Fed can print money, but not metalsHaving said that, I also have no interest in owning stocks on the long side, either, due to my concerns about the economy longer term.
Nearly all of my investments are related to precious metals or the other potential beneficiaries of money printing. That default response to all problems will ultimately lead to a weaker currency and plenty of inflation. (Read last week's column, "There's no will to fight inflation.")
This is the scenario the central bankers of the world are secretly rooting for, in my opinion. As James Bullard, president of the St. Louis Federal Reserve Bank, last week told Reuters' Mark Felsenthal (in comments mostly paraphrased by Felsenthal):
"Financial markets have not fully understood that the U.S. Federal Reserve's pledge to keep interest rates exceptionally low for an extended period means they will stay low beyond when officials normally would raise them. 'I don't think markets have really digested what that means,' St. Louis Fed President James Bullard said. . . . The Fed's strategy is aimed at promoting a future rise in inflation, which should provide an immediate boost in activity in anticipation of a future boom, but that hasn't happened, Bullard said."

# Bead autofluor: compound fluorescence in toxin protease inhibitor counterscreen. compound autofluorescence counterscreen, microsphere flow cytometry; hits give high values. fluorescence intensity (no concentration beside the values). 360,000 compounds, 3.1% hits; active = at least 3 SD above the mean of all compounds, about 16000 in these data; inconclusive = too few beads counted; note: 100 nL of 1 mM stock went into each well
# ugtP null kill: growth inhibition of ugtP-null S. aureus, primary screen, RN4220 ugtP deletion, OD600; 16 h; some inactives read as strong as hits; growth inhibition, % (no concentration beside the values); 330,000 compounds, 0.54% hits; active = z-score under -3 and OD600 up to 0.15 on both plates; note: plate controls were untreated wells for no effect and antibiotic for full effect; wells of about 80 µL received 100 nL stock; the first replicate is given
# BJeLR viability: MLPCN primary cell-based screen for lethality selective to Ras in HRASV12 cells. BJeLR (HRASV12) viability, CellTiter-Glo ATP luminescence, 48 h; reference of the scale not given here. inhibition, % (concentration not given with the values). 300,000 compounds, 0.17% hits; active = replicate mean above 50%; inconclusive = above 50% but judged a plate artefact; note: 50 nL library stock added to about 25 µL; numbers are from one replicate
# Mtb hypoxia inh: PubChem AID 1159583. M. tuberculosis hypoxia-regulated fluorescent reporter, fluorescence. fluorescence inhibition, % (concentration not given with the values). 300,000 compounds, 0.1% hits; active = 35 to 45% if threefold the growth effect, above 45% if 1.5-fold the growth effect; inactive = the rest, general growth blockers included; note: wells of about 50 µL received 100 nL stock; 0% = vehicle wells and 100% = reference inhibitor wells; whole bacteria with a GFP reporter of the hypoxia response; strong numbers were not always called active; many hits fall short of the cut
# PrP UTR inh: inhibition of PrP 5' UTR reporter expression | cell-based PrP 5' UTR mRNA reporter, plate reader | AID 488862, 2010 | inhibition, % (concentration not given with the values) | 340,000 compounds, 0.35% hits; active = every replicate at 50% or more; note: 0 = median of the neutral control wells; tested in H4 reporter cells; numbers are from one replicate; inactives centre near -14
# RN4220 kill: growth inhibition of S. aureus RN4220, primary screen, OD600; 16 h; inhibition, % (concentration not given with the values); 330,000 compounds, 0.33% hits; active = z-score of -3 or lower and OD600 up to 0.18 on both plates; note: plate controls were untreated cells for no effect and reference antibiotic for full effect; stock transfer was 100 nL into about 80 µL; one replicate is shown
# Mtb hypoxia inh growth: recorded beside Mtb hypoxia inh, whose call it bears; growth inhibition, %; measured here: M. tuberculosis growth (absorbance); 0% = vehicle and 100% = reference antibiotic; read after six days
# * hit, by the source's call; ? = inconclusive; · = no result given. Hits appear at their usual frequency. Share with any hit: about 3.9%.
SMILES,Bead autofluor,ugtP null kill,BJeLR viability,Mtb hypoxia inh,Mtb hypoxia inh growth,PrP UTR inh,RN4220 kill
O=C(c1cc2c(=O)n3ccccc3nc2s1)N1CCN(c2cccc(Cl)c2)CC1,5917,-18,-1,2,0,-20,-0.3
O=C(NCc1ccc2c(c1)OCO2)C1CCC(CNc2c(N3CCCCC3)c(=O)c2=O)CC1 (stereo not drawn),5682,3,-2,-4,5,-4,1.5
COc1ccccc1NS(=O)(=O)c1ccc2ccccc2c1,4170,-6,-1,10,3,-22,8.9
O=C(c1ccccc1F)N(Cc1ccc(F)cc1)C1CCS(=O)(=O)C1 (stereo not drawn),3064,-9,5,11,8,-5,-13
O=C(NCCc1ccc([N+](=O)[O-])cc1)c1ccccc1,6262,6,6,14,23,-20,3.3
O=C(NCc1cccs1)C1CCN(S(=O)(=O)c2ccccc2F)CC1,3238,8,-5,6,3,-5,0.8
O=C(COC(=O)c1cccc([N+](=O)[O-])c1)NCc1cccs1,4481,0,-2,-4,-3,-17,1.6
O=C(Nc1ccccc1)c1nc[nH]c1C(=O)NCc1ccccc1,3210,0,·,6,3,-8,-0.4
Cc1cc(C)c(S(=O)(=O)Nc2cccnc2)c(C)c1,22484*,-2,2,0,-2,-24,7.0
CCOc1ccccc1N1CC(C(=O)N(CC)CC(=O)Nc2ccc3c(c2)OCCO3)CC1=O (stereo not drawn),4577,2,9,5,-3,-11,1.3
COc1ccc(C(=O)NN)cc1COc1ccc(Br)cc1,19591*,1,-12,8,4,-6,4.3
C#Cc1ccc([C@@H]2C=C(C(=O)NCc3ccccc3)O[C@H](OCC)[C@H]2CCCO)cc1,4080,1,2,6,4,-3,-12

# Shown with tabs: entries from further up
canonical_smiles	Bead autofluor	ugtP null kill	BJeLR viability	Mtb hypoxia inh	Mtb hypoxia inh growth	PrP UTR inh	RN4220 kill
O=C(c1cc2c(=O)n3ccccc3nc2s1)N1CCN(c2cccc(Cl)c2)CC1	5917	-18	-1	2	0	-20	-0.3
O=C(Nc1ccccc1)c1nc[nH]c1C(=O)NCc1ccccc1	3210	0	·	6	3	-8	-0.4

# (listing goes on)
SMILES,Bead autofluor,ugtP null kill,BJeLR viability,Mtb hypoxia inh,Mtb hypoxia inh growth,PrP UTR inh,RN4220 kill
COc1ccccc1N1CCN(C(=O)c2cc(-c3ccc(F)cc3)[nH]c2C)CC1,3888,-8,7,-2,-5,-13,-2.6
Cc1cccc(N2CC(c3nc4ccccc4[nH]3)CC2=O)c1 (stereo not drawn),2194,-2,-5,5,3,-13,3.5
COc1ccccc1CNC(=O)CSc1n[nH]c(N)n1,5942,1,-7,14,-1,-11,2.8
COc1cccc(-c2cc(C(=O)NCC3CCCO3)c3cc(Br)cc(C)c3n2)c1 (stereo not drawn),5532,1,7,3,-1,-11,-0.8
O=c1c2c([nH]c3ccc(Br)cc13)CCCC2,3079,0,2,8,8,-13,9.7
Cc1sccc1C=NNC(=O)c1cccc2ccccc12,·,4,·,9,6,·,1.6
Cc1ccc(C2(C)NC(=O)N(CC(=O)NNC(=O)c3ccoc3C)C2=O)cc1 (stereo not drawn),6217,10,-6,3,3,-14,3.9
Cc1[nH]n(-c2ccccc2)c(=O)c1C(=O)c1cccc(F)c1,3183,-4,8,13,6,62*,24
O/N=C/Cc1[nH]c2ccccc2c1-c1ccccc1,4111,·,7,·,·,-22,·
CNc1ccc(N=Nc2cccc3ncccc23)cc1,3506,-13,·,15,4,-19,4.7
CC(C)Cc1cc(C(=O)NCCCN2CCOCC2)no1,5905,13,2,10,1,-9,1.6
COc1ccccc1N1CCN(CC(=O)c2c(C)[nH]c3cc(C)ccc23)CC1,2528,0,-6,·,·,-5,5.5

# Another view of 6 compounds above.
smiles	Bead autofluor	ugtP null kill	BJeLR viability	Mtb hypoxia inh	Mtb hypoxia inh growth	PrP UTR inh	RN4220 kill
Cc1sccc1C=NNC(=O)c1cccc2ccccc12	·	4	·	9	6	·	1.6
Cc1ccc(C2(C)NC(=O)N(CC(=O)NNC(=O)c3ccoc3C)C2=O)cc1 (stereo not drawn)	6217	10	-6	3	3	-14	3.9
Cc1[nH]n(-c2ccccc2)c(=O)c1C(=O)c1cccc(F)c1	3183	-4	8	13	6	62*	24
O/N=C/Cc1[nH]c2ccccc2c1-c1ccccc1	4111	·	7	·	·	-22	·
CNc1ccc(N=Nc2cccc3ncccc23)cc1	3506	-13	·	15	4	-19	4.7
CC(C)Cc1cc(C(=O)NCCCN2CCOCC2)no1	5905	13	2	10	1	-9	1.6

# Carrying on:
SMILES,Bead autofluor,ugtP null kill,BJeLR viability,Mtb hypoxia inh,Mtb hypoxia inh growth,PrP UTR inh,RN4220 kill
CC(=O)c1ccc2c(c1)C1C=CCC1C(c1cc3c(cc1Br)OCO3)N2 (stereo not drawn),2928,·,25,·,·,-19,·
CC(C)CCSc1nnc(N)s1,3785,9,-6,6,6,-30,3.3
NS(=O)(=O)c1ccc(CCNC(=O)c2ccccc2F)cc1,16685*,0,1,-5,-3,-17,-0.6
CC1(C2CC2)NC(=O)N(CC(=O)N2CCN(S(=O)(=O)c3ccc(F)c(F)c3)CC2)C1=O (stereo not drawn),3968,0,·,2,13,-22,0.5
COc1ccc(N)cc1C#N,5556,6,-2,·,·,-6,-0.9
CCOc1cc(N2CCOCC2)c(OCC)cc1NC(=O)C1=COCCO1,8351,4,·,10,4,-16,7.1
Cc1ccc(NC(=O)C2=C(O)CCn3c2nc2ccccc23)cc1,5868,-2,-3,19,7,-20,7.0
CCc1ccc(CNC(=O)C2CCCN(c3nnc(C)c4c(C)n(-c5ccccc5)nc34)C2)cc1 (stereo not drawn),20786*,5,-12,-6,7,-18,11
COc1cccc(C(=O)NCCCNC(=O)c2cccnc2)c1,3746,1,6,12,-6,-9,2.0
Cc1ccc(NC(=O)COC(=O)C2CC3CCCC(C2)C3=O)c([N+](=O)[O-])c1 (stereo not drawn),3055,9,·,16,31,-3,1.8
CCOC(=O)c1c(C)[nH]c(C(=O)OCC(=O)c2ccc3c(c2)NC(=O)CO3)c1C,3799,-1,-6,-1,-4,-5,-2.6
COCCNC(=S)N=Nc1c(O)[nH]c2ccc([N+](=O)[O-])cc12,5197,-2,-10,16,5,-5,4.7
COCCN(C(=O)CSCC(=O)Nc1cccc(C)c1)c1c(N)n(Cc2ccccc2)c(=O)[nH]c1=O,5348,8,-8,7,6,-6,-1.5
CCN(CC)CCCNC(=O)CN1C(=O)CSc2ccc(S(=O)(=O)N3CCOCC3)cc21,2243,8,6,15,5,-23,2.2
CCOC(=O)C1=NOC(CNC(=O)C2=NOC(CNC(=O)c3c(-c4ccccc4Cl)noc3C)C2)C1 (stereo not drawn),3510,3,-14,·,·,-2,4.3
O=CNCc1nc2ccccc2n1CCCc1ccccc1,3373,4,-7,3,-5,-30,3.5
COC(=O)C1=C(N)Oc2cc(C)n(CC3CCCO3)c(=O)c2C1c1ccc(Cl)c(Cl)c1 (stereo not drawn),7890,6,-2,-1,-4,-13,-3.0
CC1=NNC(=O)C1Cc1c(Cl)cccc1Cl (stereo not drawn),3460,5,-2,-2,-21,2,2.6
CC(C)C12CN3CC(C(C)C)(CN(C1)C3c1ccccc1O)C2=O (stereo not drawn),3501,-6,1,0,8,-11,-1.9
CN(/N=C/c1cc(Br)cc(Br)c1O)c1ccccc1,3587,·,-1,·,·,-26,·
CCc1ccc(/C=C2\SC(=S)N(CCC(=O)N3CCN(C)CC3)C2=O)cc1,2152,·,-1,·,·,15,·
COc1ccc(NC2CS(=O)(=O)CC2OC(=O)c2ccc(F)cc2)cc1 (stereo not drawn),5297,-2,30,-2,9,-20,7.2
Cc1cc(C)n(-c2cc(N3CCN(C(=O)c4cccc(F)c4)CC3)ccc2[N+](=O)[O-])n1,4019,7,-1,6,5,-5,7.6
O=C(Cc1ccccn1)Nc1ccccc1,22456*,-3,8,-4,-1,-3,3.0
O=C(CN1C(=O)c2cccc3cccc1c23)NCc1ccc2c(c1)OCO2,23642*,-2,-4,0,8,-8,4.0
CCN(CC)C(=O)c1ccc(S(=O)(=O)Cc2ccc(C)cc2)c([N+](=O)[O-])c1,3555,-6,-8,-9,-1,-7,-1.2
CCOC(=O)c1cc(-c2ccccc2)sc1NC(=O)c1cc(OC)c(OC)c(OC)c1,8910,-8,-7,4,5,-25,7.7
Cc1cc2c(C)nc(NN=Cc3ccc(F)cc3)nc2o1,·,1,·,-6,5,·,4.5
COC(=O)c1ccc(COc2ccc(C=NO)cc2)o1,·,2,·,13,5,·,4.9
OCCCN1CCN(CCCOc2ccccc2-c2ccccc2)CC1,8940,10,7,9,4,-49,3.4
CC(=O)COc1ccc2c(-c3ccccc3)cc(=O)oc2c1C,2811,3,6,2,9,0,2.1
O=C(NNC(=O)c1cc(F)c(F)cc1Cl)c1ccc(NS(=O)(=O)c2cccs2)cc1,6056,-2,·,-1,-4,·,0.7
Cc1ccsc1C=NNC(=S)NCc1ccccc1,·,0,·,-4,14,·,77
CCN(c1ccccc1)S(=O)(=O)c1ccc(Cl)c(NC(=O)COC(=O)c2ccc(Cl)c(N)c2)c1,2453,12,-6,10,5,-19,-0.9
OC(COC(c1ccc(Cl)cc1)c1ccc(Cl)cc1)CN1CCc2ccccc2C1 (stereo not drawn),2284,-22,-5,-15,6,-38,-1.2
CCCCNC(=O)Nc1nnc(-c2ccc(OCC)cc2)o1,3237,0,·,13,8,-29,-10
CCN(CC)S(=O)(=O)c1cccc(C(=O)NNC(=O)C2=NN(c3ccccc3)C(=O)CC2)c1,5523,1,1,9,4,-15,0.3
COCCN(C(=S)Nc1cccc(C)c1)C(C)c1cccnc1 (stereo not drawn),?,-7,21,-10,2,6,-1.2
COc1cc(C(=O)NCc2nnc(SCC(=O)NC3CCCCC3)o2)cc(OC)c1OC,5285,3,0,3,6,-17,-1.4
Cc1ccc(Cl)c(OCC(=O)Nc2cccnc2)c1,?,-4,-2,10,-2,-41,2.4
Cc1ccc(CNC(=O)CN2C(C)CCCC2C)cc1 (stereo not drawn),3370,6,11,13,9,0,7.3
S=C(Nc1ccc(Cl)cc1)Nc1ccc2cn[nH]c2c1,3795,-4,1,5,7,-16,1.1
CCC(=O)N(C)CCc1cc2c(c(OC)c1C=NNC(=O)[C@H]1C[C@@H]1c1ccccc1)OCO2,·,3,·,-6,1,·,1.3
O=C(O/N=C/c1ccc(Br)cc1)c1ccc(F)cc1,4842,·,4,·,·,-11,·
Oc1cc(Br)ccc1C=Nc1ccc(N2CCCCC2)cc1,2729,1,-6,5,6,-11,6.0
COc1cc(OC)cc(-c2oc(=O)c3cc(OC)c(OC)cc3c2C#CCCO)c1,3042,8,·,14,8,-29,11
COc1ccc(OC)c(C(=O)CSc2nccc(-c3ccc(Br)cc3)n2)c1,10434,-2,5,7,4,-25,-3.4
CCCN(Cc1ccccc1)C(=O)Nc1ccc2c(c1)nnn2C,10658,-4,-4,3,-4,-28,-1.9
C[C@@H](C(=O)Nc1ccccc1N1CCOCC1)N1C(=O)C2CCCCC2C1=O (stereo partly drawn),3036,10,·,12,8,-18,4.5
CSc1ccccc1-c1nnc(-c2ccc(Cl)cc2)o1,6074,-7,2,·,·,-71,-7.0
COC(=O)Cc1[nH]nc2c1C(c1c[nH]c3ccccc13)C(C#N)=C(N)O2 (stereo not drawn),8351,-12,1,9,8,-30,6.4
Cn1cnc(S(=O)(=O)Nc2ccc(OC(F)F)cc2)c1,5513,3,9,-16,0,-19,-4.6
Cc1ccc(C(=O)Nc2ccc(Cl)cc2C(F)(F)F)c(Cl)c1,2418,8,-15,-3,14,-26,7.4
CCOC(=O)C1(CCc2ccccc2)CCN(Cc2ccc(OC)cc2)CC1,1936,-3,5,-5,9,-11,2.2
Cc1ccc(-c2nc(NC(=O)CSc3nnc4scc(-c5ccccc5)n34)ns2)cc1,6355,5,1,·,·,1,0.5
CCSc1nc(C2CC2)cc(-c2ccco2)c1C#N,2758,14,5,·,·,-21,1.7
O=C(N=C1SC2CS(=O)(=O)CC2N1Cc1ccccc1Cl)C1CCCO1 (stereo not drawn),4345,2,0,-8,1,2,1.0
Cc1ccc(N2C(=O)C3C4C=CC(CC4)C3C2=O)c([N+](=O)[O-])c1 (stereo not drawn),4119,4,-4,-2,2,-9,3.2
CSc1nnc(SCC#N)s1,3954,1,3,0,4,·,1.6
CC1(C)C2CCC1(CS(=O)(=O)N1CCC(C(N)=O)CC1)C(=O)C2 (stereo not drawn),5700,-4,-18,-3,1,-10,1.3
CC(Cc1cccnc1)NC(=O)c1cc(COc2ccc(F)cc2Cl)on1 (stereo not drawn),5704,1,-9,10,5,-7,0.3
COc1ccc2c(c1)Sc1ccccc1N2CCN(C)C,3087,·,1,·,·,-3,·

(The entire Reuters story, headlined "Fed Official: Rates to Be Kept Low Past Upturn," ran Aug. 22.)
Hawkish like Tweety BirdLet me point out that the St. Louis Fed is deemed to be a tough-minded monetarist district, staffed with monetary "hawks." Thus, there should be no doubt about the Fed being willing to be irresponsible enough to debase the paper scrip we know as dollars until such time as it creates inflation.
The mind-set of all these central-planning types is the same, and what they're intent on doing has been clear for some time. As Federal Reserve Chairman Ben Bernanke said quite a while ago, they have a printing press. And to doubt the ability of the printing press to generate inflation is to ignore history.
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Perhaps what the Fed ought to do is take out an ad in The Wall Street Journal so that there can be no confusion about what it's up to.
At the time of publication, Bill Fleckenstein did not own shares of any company mentioned in this column. He does own gold bullion and gold futures.